7. RP Juan Nicasio – St. Louis Cardinals

It’s kind of weird that a guy who led the NL in appearances ended up playing for three different teams in 2017. And it wasn’t like stout Dominican veteran Juan Nicasio pitched badly, either. He started the year with Pittsburgh, who signed him in late 2015, getting into 65 games, mostly in long relief. He had a 2-5 record, 2.85 ERA, two saves and 60 strikeouts in 60 innings. At the trade deadline, the Pirates improbably waived Nicasio, who was then claimed by Philadelphia. The 31-year-old  saw action in just two games with the Phillies (no earned runs or hits in 1.1 innings) before he was traded to the Cardinals. He finished a confusing year on a strong note, going 2-0 with a 1.64 ERA, four saves and 11 strikeouts in 11 innings. The $3.65 million he earned this year won’t get him back for 2018.

(AP Photo/Gene J. Puskar)

6. 1B Yonder Alonso – Seattle Mariners

Like many players on this list, Cuban born Alonso has been a bit of a journeyman who finally put it all together in a season split between the Oakland A’s and Seattle Mariners. Never a big power guy in the minors or through the first seven seasons of his big league career (39 homers in 664 games), Alonso broke out with 28 big flies in 142 contests in 2017 (100 with Oakland and 42 with the M’s). His 22 homers with Oakland earned Alonso his first All-Star nomination and made him attractive close to the deadline, so much so that the Mariners traded prospect Boog Powell to Oakland for him. In 42 games with Seattle, Alonso hit .265 with six homers and 18 RBI. He was on a one-year, $4 million contract in 2017.

(AP Photo/Frank Franklin II)

5. INF Eduardo Nunez – Boston Red Sox

Just call Eduardo Nunez “Mr. Versatility.” In the past two seasons, for three different teams, Nunez played no less than five different positions (2B, 3B, SS, LF and RF) and six if DH counts. For a guy who bounced from Minnesota to San Francisco in 2016 and then San Fran to Boston this past year, he was a pretty reliable hitter, too. In 2016 he hit .288 with 44 extra base hits (16 homers), 67 RBI and 40 stolen bases with the Twins and Giants. This season, Nunez upped his batting average to .313 with the Giants and Red Sox, as well as 45 XBH and 58 RBI. His stolen base numbers fell off a bit to 24, but we attribute that to to stealing-averse American League tactics. Nunez made a very cost-conscious $4.2 million in 2017 and with his speed and bat could be a valuable addition to a contender.


4. SP Alex Cobb – Tampa Bay Rays

It was a watershed year for veteran starting hurler Alex Cobb. After a season (2015) washed out by Tommy John surgery and another (2016) spent mostly re-habbing, 2017 was a good one. Cobb was just 1-2 in five starts during the 2016 campaign, with a lofty 8.58 ERA, but bounced back to go 12-10 in a career high 29 starts this past season. He logged a 3.66 ERA and struck out 128 batters in 179.1 innings. Of his 29 starts, 15 were of the quality type and his WHIP was better at 1.221. At 30 and with a repaired arm, Cobb was very effective and only had three outings where he didn’t give his team a chance to win. His $4.2 million salary in 2017 was full value and a raise will be due (he has been extended a qualifying offer as of Monday).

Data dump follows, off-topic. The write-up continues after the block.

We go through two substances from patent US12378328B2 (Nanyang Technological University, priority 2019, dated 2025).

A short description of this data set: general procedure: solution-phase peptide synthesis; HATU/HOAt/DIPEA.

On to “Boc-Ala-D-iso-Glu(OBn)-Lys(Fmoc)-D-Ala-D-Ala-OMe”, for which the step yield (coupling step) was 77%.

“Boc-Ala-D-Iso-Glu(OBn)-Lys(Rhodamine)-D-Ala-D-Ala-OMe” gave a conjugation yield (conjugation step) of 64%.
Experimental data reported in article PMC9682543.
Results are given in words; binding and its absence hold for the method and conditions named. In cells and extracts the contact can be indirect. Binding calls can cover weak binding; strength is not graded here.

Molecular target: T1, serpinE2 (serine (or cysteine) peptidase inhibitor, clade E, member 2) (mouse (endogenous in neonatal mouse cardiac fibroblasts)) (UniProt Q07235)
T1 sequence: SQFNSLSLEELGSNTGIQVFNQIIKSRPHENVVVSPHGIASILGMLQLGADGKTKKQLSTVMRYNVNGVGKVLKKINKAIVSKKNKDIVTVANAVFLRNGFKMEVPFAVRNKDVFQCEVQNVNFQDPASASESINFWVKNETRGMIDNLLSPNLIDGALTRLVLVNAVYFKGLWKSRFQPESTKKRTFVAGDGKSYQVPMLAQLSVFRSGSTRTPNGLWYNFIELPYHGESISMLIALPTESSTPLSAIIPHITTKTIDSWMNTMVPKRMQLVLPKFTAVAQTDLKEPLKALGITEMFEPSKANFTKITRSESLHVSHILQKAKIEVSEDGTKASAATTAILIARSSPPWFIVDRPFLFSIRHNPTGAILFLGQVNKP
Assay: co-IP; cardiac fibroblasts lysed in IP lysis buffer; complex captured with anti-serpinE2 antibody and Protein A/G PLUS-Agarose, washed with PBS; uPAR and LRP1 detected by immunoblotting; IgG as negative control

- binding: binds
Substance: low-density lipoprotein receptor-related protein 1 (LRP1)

(AP Photo/Chris O’Meara)

3. SS Zack Cozart – Cincinnati Reds

For the first time in his career, Cincinnati shortstop Zack Cozart was an all-star. Which means that the 31-year-old shortstop will get a few offers in free agency and most likely some term (though most feel he’ll be lucky to get anything over three years, considering his age). Even still, it’s not easy finding shortstops who put up the kind of numbers Cozart did in 2017. He hit .297, with 24 doubles, seven triples, 24 homers and 63 RBI in 122 games. His OPS was a career high .933 and his walks (62) were nearly equal to his strikeouts (78). Cozart also fielded his position fairly well, making 11 errors on 445 total chances (.975 fielding percentage).

(AP Photo/Gary Landers)

2. RP Tony Watson – Los Angeles Dodgers

As middle relievers go, Tony Watson is an absolute workhorse. In the past four seasons he has gone to work in no fewer than 70 games in each and only once in seven seasons has he failed to appear in at least 60. The lanky lefty split his season between Pittsburgh (the only team he had hurled for) and Los Angeles. He went 7-4 in 71 games with a 3.38 ERA (2.70 with LA) and 53 strikeouts in 66.2 innings. He also had 10 saves, 14 holds and eight blown saves (seven with Pittsburgh). After a shaky inning of work in the NLDS this post-season, Watson got into groove in the NLCS and World Series, not giving up an earned run and just two hits in 5.3 innings of work. He’ll be in demand, for sure.

Kirby Lee-USA TODAY Sports

1. RP Addison Reed – Boston Red Sox

Reed, 28, is in good position to sign a long-term contract, coming off two fairly superb big league seasons. In 2016 with the New York Mets, he went 4-2 in 80 appearances out the bullpen, with a 1.97 ERA, a save and 91 strikeouts in 77.2 innings. This past season, split between the Mets and Red Sox, Reed was equally as effective. His ERA was 2.84 in 77 games, but he logged 19 saves (all with New York) and struck out 76 batters in 76 innings. His WHIP increased only slightly from 0.940 in 2016 to 1.053 this year. Reed wasn’t as effective with the Bosox, however, a move back to the NL with a contender just might be the tonic to keep his good run going.

(AP Photo/Charles Krupa)